Kia ora (that is how they "hello" in the Maori language in New Zealand!) My name is Dr. E.S. Wibbeke and I was chosen to complete a Fulbright Specialist Grantee project in New Zealand at the Auckland University of Technology (AUT). I hold a BA degree in International Relations, an MBA in International Management, and a Doctorate in Management. I have published two books on the topic of Geoleadership.
I am an Independent Researcher and have taught classes both online and onground at various international universities. I mainly teach courses in cross-cultural communications, global business leadership, and international management.
I gave lectures at various universities on my research on the juxtaposition of business, culture, and leadership. I lectured thus on the Geoleadership Model at AUT and several other universities in and around Auckland.
A former mentor of mine had received a Fulbright many years ago and he was supportive of my applying to the Fulbright program. I actually was chosen by a university in New Zealand that used my research on Geoleadership in its curriculum. I think that the most unexpected outcome is that many people within a certain geographic region all have different defintions of leadership. I would recommend that anyone interested in being immersed in another country should take the opportunity to get a feel for how things are done in that country.
Two outcomes of my grant experience include: having academics and students in the US become more interested in leadership in general, and Geoleadership, in particular. The second outcome was having the ability to talk to students and academics in the US about the value of the Fulbright program.
After returning from New Zealand to the United States, I am still in contact with my colleague, Dr. Romie Littrell, and we are discussing different case studies, etc., and ways we can collaborate on future programs together.
The Fulbright Specialist Program (FSP) promotes linkages between U.S. scholars and professionals and their counterparts at host institutions overseas. The focus of the FSP is educational capacity-building and the development of longer-term educational relationships. The program awards grants to qualified U.S. faculty and professionals, in select disciplines, to engage in short-term collaborative two- to six-week projects at eligible institutions worldwide.
New Zealand is a wealthy Pacific nation dominated by two cultural groups: New Zealanders of European descent; and the Maori, the descendants of Polynesian settlers. It is made up of two main islands and numerous smaller ones: the North Island (known as Te Ika-a-Maui in Maori) is the more populous of the two, and is separated by the Cook Strait from the somewhat larger but much less populated South Island (or Te Waipounamu). Agriculture is the economic mainstay, but manufacturing and tourism are important and there is a world-class film industry. New Zealand has diversified its export markets and has developed strong trade links with Australia, the US, and Japan. In April 2008 it became the first Western country to sign a free trade deal with China.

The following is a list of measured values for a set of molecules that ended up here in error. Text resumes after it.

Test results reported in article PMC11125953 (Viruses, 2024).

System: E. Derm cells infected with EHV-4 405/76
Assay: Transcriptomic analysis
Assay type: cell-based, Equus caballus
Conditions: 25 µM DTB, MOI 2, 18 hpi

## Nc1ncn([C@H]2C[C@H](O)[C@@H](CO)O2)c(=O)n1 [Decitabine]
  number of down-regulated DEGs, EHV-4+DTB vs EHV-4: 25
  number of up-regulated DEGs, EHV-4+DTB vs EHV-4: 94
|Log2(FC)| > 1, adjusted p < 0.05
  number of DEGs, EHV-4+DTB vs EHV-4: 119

My visit was sponsored by the Auckland Institute of Technology (AUT). AUT offers undergraduate and postgraduate (both PhD and Master) degrees, as well as sub-degree qualifications such as diplomas and certificates. Programmes are offered in the areas/fields of applied sciences, art and design, business, business information systems, communication studies, computer and information sciences, education, engineering, health care practice, hospitality and tourism, languages, law, mathematical science, midwifery, nursing, occupational therapy, oral health, paramedicine and emergency management, Maori development, physiotherapy, podiatry, psychology, psychotherapy, public health, rehabilitation and occupation studies, social science, and sport and recreation. The AUT Business School has been recognised as one of the top business schools in the world by the Association to Advance Collegiate Schools of Business (AACSB) International
Dr. Wibbeke lectured at four separate universities in the capital city of Auckland, New Zealand on the topic of Geoleadership Model and its incorporation into both the academic and business realms. Currently, this textbook (both editions) is held in over 200 libraries around the world.
Auckland University of Technology (Maori: Te Wananga Aronui o Tamaki Makau Rau) AUT is New Zealand's newest university but its history in industry-relevant education is over 110 years old. In 2000, the governor general, by order in council, established the Auckland University of Technology as one of the universities in New Zealand. AUT is the youngest of the eight New Zealand universities and the only one to be established since the 1960s.
Massey University (Maori: Te Kunenga ki Purehuroa), as one of New Zealand’s leading research universities, makes a major contribution to research-based university education in New Zealand both in its own right and in partnership with other institutions within New Zealand and internationally. This contribution reflects both our mission and special character.
University Institute of Technology (Maori: Te Whare Wananga o Wairaka) is the largest institute of technology in Auckland, New Zealand. Dr. Wibbeke lectured specifically at Unitec on the Geoleadership Model and the cultural competencies needed for all global leaders.
University of Auckland (Maori: Te Whare Wananga o Tamaki Makaurau) is the largest university in New Zealand, located in the country's largest city, Auckland. It is the highest-ranked university in the country.
Dr. E.S. Wibbeke developed the Geoleadership Model to highlight the seven core compentencies for a global business leader today. These competencies include: